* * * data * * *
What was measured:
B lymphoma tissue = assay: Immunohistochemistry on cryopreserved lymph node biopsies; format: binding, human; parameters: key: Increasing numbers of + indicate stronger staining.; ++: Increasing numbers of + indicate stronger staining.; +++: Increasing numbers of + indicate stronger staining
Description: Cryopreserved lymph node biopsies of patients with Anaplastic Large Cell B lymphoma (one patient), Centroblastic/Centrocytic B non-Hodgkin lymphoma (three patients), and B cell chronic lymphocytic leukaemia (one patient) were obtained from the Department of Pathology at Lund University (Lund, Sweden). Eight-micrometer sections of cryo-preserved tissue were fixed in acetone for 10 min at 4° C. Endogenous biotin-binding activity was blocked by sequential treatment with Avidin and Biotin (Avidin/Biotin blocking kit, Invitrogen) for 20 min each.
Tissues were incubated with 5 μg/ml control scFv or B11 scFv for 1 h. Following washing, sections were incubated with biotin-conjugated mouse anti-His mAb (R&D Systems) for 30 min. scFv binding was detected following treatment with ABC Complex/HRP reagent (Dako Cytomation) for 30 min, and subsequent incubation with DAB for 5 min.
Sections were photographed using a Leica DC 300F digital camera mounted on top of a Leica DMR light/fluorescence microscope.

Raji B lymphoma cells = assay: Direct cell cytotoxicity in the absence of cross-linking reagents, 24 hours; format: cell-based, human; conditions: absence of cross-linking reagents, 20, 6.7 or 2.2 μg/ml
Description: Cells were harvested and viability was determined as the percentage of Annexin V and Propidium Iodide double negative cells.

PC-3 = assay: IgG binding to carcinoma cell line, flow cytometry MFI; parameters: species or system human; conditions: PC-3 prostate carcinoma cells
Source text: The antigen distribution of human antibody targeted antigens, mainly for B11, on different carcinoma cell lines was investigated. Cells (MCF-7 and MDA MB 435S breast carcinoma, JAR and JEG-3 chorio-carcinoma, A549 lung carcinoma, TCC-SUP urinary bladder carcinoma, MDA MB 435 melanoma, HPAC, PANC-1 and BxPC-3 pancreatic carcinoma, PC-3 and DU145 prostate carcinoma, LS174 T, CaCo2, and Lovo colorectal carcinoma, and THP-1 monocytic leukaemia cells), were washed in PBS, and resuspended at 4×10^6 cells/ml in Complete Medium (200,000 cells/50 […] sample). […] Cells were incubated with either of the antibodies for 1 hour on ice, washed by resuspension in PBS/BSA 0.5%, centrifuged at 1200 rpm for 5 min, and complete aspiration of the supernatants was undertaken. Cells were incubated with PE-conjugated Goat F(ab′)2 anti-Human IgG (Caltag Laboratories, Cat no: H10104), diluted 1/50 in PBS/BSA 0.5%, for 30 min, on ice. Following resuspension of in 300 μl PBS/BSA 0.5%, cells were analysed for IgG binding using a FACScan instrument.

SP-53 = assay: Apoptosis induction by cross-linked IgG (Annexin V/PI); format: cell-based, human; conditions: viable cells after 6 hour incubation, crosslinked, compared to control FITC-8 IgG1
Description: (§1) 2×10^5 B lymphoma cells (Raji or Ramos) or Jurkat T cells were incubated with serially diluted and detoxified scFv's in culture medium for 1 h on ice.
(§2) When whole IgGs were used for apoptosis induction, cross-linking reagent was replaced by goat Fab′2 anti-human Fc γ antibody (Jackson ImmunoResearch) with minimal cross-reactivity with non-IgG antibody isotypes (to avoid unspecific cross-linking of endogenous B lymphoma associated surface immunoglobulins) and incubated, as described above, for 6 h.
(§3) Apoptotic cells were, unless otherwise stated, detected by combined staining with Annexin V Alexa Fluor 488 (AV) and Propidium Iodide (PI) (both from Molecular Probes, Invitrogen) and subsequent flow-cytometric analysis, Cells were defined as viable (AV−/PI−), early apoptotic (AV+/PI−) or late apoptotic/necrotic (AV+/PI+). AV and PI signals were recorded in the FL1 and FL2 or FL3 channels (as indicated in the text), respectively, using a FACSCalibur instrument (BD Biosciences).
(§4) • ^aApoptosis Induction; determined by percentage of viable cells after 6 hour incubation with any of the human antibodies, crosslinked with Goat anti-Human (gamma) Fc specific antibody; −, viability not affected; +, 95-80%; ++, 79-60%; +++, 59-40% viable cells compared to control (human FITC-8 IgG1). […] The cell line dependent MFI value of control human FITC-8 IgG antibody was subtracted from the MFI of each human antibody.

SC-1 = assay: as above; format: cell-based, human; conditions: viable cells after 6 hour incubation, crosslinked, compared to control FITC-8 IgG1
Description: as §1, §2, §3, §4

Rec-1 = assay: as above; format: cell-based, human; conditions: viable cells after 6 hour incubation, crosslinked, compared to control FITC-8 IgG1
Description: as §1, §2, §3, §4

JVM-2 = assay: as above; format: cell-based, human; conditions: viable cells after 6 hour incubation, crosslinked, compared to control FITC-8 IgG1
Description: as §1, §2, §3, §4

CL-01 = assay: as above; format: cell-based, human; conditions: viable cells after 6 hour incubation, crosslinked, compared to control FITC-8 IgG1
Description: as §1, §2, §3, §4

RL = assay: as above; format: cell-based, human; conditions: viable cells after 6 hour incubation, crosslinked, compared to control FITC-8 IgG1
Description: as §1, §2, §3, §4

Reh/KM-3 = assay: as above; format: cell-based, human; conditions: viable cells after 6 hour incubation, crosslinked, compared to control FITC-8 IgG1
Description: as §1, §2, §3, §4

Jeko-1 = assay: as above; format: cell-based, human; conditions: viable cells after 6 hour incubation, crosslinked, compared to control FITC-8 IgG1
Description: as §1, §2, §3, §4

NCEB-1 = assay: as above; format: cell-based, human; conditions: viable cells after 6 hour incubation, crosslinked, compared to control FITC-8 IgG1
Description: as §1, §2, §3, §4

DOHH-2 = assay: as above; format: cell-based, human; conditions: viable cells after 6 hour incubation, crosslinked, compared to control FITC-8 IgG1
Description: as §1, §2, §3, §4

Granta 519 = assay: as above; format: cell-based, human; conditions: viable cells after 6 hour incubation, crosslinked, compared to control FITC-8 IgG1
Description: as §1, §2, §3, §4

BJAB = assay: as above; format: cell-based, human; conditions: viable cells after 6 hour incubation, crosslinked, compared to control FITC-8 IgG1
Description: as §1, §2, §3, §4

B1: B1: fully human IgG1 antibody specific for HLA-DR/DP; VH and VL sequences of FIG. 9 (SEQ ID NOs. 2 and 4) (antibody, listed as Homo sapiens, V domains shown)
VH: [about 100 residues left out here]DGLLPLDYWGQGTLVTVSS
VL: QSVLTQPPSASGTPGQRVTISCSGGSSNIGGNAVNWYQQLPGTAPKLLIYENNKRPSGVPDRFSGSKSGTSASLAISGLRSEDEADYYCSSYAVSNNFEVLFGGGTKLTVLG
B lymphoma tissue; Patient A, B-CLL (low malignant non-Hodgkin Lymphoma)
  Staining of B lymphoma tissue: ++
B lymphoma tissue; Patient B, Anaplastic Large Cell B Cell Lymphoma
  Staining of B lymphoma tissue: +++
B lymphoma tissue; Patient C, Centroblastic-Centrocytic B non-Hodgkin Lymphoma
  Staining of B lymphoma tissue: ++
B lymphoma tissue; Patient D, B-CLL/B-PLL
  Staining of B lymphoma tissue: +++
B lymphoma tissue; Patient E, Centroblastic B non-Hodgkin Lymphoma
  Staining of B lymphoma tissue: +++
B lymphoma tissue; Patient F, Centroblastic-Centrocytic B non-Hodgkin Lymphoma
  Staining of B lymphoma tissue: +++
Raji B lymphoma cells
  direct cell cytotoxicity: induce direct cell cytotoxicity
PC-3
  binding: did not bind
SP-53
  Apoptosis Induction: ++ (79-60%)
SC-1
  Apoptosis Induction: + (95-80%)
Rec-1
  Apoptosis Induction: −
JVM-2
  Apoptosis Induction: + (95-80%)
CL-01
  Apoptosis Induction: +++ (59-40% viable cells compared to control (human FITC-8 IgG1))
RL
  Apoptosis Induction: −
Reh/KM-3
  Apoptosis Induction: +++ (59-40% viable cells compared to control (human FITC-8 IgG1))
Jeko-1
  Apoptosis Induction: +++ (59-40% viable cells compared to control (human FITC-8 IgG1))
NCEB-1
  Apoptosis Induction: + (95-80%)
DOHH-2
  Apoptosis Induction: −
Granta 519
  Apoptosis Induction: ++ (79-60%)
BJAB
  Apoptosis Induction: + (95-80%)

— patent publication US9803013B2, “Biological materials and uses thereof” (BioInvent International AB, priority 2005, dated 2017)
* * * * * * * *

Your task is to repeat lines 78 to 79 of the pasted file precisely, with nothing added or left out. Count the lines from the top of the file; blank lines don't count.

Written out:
BJAB
  Apoptosis Induction: + (95-80%)